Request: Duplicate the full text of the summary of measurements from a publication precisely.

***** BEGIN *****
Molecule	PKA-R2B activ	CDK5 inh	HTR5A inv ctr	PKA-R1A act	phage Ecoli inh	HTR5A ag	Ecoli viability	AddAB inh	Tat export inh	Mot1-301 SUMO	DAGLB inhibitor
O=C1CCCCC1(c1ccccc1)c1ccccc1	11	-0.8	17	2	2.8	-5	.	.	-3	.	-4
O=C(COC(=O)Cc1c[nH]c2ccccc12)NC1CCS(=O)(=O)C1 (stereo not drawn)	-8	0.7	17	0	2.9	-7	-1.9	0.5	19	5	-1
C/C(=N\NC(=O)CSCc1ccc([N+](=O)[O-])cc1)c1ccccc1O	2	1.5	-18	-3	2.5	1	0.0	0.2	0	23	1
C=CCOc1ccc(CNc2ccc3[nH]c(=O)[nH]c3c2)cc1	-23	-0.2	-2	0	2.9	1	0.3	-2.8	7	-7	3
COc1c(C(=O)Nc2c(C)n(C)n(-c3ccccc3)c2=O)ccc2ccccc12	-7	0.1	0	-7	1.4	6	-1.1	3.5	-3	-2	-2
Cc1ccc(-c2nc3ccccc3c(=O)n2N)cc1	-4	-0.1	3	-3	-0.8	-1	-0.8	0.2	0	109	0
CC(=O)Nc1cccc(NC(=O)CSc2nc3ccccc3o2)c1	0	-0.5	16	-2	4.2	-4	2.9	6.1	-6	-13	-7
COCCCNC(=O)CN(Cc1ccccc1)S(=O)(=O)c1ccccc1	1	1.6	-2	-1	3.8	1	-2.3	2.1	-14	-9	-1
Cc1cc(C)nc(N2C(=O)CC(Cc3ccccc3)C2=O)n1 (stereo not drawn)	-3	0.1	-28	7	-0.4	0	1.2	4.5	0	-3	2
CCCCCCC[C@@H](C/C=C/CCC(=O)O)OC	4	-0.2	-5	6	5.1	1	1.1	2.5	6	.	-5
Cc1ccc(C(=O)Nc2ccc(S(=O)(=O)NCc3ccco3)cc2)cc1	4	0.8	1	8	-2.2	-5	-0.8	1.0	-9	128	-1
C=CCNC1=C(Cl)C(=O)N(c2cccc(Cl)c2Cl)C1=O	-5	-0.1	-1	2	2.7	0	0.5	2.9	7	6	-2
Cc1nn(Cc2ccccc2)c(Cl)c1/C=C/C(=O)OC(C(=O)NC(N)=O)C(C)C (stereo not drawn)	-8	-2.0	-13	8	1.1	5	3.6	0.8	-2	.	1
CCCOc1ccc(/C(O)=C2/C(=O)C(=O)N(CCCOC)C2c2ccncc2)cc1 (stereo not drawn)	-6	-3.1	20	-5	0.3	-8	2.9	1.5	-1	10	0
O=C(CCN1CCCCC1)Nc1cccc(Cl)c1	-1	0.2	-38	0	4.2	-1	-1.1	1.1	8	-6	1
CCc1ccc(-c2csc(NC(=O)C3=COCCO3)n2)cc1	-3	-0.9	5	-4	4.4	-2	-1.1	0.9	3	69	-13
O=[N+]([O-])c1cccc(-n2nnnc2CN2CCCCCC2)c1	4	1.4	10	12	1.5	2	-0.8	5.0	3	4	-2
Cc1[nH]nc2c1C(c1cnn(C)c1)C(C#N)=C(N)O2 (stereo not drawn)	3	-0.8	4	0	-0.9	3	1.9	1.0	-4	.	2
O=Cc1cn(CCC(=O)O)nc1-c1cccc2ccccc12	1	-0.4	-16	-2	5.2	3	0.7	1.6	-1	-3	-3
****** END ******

Molecule	PKA-R2B activ	CDK5 inh	HTR5A inv ctr	PKA-R1A act	phage Ecoli inh	HTR5A ag	Ecoli viability	AddAB inh	Tat export inh	Mot1-301 SUMO	DAGLB inhibitor
O=C1CCCCC1(c1ccccc1)c1ccccc1	11	-0.8	17	2	2.8	-5	.	.	-3	.	-4
O=C(COC(=O)Cc1c[nH]c2ccccc12)NC1CCS(=O)(=O)C1 (stereo not drawn)	-8	0.7	17	0	2.9	-7	-1.9	0.5	19	5	-1
C/C(=N\NC(=O)CSCc1ccc([N+](=O)[O-])cc1)c1ccccc1O	2	1.5	-18	-3	2.5	1	0.0	0.2	0	23	1
C=CCOc1ccc(CNc2ccc3[nH]c(=O)[nH]c3c2)cc1	-23	-0.2	-2	0	2.9	1	0.3	-2.8	7	-7	3
COc1c(C(=O)Nc2c(C)n(C)n(-c3ccccc3)c2=O)ccc2ccccc12	-7	0.1	0	-7	1.4	6	-1.1	3.5	-3	-2	-2
Cc1ccc(-c2nc3ccccc3c(=O)n2N)cc1	-4	-0.1	3	-3	-0.8	-1	-0.8	0.2	0	109	0
CC(=O)Nc1cccc(NC(=O)CSc2nc3ccccc3o2)c1	0	-0.5	16	-2	4.2	-4	2.9	6.1	-6	-13	-7
COCCCNC(=O)CN(Cc1ccccc1)S(=O)(=O)c1ccccc1	1	1.6	-2	-1	3.8	1	-2.3	2.1	-14	-9	-1
Cc1cc(C)nc(N2C(=O)CC(Cc3ccccc3)C2=O)n1 (stereo not drawn)	-3	0.1	-28	7	-0.4	0	1.2	4.5	0	-3	2
CCCCCCC[C@@H](C/C=C/CCC(=O)O)OC	4	-0.2	-5	6	5.1	1	1.1	2.5	6	.	-5
Cc1ccc(C(=O)Nc2ccc(S(=O)(=O)NCc3ccco3)cc2)cc1	4	0.8	1	8	-2.2	-5	-0.8	1.0	-9	128	-1
C=CCNC1=C(Cl)C(=O)N(c2cccc(Cl)c2Cl)C1=O	-5	-0.1	-1	2	2.7	0	0.5	2.9	7	6	-2
Cc1nn(Cc2ccccc2)c(Cl)c1/C=C/C(=O)OC(C(=O)NC(N)=O)C(C)C (stereo not drawn)	-8	-2.0	-13	8	1.1	5	3.6	0.8	-2	.	1
CCCOc1ccc(/C(O)=C2/C(=O)C(=O)N(CCCOC)C2c2ccncc2)cc1 (stereo not drawn)	-6	-3.1	20	-5	0.3	-8	2.9	1.5	-1	10	0
O=C(CCN1CCCCC1)Nc1cccc(Cl)c1	-1	0.2	-38	0	4.2	-1	-1.1	1.1	8	-6	1
CCc1ccc(-c2csc(NC(=O)C3=COCCO3)n2)cc1	-3	-0.9	5	-4	4.4	-2	-1.1	0.9	3	69	-13
O=[N+]([O-])c1cccc(-n2nnnc2CN2CCCCCC2)c1	4	1.4	10	12	1.5	2	-0.8	5.0	3	4	-2
Cc1[nH]nc2c1C(c1cnn(C)c1)C(C#N)=C(N)O2 (stereo not drawn)	3	-0.8	4	0	-0.9	3	1.9	1.0	-4	.	2
O=Cc1cn(CCC(=O)O)nc1-c1cccc2ccccc12	1	-0.4	-16	-2	5.2	3	0.7	1.6	-1	-3	-3